Even by Trumplandia’s hasty standards, the past two weeks have been one speedy toboggan ride to international irrelevance. Out of the blue, or maybe the Soylent Green, the European Union—the European Union!—has become the leading candidate to take over America’s old job as “the last, best hope of earth,” as Abraham Lincoln called us in the misty long-ago. Fairly recently, remember, the E.U. was looking like the latest sick man of Europe instead, thanks to Brexit and Marine le Pen’s rise. But with a stroke of his own le Pen, Trump handed this never very appealing bureaucratic consortium the moral authority it’s always lacked, not to mention something else it’s always been short on: pugnacity. Merkel isn’t known for her puckishness, but she wouldn’t be human if she wasn’t secretly tickled to find herself hailed as the de facto new Leader of The Free World.
If Europe is the major beneficiary of America’s abdication of responsibility when it comes to increased clout on the world stage, China (with India not far behind) must be marveling at Trump’s willingness to literally give away the store, so far as the planet’s economic future is concerned. China is in the forefront of developing innovative clean-energy technologies, and virtually every other industrialized nation knows that’s where the 21st-century action will be—generating new jobs, new exports and new economic prowess. For the United States to stick with fossil fuels at this juncture leaves the woolly mammoths trapped in the La Brea Tar Pits looking like brainy long-term planners, and a sizable chunk of corporate America knows it. That’s why the most consequential pressure on Trump to stick with the Paris accord didn’t come from wild-eyed eco-warriors; it came from the business community.
Trump’s base will get fed up with him as the economic consequences of woolly mammoth-hood sink in.
But he ignored it, partly because he’s ignorant and partly because governing in the national interest is alien to him. Discarding Paris was all about keeping the Redcaps thrilled at their Dear Leader’s xenophobic truculence, and the country’s greater good be damned. Even so, Trump’s confidence that placating his MAGA base equals a successful presidency is mystifying, since that’s what makes him unpopular with the majority of voters he’ll be facing in 2020 if (a) he’s still in office and (b) actually thinks he’s got a snowball’s chance in hell of being re-elected, which right now doesn’t seem too plausible. If anything, it’s more likely that his base will get fed up with him as the economic consequences of woolly mammoth-hood sink in.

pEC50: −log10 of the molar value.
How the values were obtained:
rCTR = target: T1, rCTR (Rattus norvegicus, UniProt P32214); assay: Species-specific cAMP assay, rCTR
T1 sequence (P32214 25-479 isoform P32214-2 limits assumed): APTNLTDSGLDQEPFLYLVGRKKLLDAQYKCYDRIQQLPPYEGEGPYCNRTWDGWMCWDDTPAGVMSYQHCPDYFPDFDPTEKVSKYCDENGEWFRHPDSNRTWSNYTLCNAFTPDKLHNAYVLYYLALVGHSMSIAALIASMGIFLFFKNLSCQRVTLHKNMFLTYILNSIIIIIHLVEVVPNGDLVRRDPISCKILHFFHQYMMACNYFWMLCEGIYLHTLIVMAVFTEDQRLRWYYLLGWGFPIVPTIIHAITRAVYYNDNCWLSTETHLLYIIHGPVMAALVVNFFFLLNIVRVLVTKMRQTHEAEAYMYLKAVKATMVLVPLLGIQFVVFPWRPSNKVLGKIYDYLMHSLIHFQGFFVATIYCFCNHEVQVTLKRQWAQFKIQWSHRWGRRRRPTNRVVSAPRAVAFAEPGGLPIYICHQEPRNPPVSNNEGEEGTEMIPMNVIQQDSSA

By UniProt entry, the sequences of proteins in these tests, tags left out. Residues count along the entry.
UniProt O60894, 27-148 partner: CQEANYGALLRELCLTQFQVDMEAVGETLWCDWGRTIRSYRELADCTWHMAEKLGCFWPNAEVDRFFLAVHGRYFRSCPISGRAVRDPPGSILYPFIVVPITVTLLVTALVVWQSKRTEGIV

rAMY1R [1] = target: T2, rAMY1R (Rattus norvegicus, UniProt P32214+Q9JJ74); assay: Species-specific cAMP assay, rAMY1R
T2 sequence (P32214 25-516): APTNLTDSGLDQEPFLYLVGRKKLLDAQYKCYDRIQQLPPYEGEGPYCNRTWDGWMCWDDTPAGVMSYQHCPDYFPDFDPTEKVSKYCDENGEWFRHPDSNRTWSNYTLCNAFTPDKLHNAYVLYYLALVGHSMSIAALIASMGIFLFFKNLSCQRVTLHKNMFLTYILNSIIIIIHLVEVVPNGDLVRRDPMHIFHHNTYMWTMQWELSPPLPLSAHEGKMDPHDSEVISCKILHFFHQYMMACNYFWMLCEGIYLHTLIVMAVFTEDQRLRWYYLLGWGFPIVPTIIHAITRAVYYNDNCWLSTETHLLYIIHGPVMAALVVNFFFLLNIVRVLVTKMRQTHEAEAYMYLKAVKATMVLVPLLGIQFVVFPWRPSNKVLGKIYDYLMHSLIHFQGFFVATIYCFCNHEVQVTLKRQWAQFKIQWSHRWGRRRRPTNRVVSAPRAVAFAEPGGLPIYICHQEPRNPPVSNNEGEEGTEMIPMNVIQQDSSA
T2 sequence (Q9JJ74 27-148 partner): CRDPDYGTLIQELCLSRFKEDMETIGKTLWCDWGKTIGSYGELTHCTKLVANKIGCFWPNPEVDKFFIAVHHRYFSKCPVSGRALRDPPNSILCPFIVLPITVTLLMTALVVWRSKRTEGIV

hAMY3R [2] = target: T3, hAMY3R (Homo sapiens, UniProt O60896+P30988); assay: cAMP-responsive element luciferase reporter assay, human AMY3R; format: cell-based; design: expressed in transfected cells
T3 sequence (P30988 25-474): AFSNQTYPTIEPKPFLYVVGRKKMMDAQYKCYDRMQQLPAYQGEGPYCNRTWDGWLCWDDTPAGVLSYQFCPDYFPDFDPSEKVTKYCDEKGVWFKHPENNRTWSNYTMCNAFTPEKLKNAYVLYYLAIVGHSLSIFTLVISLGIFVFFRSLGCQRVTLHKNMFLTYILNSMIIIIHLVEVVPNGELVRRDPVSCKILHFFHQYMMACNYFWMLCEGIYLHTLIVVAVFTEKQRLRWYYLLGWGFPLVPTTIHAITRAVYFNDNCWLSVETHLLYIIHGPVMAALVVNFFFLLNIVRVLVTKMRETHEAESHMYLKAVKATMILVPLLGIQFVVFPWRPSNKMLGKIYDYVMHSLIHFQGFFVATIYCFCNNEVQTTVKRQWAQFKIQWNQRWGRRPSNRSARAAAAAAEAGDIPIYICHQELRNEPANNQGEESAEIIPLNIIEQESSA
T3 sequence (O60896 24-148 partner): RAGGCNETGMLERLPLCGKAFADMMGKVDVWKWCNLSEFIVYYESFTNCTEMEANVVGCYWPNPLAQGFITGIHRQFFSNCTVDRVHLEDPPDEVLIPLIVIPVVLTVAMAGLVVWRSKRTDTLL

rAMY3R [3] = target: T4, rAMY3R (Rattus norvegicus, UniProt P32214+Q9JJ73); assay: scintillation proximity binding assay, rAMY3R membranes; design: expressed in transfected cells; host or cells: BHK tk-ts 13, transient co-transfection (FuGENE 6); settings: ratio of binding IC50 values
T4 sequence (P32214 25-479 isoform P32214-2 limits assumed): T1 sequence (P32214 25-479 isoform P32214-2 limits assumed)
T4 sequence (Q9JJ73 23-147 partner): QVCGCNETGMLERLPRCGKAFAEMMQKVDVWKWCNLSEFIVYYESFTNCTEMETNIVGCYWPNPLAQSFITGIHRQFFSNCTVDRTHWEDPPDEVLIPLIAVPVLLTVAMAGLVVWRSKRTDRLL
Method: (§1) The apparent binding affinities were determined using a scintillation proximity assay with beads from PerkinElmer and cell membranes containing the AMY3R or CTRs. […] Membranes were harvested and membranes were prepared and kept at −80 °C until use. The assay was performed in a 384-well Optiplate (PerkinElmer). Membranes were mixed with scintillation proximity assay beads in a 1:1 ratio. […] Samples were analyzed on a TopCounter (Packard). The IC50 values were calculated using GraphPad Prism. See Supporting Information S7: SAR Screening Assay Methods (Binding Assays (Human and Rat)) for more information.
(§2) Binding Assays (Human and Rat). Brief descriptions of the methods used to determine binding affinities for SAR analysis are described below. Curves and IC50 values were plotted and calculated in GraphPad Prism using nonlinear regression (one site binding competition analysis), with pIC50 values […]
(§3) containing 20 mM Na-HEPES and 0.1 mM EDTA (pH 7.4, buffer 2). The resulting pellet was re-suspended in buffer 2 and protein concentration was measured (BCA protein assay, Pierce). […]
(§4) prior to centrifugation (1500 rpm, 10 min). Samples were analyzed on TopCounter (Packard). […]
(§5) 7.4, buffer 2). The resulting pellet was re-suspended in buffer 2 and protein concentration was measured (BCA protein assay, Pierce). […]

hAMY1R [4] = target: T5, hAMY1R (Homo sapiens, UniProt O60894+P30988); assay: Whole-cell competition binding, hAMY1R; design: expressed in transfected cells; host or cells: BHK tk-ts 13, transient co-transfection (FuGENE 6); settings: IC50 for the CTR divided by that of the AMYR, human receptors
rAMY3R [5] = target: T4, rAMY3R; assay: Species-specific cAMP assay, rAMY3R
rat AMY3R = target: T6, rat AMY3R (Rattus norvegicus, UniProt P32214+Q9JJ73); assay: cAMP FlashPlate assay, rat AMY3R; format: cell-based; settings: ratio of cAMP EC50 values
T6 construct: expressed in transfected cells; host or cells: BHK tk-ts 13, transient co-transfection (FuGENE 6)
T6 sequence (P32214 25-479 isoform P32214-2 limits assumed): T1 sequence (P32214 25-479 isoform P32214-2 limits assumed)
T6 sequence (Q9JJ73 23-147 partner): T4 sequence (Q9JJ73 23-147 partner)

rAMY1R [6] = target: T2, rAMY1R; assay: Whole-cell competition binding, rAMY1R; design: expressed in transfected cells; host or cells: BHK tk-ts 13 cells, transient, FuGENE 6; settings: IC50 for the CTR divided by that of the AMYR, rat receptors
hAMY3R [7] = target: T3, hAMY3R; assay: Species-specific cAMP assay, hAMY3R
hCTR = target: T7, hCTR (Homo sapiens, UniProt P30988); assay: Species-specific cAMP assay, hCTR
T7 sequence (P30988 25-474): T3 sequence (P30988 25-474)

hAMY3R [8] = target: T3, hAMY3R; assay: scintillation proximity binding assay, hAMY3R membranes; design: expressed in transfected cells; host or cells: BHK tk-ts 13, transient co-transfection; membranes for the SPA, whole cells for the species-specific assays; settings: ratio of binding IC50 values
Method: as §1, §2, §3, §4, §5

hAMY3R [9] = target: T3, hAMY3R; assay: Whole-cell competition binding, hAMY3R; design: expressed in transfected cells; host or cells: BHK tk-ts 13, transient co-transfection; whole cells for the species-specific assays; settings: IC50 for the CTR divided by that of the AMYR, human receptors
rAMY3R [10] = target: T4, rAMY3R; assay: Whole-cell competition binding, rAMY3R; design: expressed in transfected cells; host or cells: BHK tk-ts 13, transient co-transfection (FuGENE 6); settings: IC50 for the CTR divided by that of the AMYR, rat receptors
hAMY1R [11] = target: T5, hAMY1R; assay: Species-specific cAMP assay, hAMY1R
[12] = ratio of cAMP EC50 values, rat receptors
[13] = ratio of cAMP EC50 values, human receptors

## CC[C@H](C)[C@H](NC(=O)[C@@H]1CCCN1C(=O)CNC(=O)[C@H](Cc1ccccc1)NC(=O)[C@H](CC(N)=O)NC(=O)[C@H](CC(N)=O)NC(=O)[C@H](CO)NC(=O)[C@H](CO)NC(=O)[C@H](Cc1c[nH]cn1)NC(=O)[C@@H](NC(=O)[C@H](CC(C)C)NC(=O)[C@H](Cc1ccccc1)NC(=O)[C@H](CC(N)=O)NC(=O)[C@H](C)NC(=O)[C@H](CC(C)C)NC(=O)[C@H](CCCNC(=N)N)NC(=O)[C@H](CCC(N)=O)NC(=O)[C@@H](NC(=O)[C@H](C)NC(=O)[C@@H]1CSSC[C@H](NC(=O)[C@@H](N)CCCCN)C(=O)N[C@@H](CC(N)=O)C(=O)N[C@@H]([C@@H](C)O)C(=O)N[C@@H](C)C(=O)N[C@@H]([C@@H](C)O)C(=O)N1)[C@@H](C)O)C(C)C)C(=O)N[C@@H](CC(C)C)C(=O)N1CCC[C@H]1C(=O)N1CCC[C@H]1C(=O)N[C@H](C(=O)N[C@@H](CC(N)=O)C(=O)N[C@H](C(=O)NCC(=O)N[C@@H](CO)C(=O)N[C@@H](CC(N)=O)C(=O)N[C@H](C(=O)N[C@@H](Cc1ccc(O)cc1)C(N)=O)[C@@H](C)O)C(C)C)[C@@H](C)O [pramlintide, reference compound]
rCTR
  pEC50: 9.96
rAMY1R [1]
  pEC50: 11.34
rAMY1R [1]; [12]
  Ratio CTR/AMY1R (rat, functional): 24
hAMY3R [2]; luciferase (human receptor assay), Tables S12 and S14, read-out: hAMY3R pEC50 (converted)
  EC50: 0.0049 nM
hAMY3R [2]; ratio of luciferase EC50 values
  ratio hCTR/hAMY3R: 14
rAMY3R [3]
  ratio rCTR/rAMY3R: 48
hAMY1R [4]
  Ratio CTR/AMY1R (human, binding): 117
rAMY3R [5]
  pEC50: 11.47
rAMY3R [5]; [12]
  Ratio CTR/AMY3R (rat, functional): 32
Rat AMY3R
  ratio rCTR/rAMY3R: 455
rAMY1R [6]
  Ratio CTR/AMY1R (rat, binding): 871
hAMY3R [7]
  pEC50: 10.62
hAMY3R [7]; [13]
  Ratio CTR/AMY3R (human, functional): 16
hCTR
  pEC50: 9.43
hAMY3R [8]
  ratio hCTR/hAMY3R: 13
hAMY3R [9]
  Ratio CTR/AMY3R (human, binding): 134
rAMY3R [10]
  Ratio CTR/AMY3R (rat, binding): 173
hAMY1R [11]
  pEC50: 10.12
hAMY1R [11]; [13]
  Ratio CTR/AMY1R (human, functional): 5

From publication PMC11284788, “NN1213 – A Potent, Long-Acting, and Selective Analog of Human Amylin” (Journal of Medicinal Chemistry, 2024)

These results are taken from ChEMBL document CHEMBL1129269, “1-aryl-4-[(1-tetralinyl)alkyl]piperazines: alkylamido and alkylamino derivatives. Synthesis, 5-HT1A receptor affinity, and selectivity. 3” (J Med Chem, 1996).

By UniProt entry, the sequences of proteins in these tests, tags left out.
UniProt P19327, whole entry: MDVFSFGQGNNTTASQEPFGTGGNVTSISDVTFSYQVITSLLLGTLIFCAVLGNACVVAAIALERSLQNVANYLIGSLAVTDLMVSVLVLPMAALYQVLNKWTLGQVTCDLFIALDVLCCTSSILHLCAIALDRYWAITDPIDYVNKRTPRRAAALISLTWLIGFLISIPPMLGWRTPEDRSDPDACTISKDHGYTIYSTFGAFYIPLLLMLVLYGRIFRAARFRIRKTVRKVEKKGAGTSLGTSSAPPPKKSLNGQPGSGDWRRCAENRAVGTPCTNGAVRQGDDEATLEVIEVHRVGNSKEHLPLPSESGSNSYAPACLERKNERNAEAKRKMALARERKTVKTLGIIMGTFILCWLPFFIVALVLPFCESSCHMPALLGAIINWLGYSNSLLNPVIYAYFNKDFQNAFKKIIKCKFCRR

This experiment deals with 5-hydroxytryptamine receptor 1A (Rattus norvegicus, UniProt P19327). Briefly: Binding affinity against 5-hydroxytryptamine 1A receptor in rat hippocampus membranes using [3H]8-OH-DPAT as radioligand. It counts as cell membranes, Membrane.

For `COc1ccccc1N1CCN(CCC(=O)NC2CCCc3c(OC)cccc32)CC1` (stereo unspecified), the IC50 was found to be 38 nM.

In the short term, however, the other big winner besides Europe and China is Steve Bannon, which ought to send a chill down everybody’s spine. Remember how his malign influence was supposedly on the wane? Pulling out of the Paris accord is the ultimate gratification (so far) of Bannon’s nationalist fantasy of America against the world, and the reason he doesn’t care about our collateral loss of diplomatic and economic leverage is that it leaves our military power as the only chess piece on the board. Despite supposedly being a history buff, he’s plainly never heard the one about how empires always fall once they depend exclusively on armed might to get their way.
What President Bannon and his cosplaying Oval Office sock puppet either didn’t foresee or may even welcome as a goad to more domestic civil war was how quickly “the world” would turn out to include California. Governor Jerry Brown’s nascent People’s Republic of Up Yours has been joined in pro-Paris rebellion by other heavyweight blue states–almost 200 U.S. mayors from L.A. to Chattanooga—and interested private citizens from Michael Bloomberg on down. There hasn’t been so much open pushback at the state and local level against a Federal policy decision since the bad old days of Dixie’s battle to preserve segregation and this time, the pushback is on the side of the angels.
So let’s keep our fingers crossed, shall we? If this coalition’s members figure out how to flex their considerable muscle, they’re probably the U.S.A.’s last, best hope of ensuring that the environmental consequences of Trump’s version of Brexit won’t be as catastrophic as they look. Just for the hell of it, they may want to consider holding their first summit meeting in Paris, Texas—or maybe Gettysburg.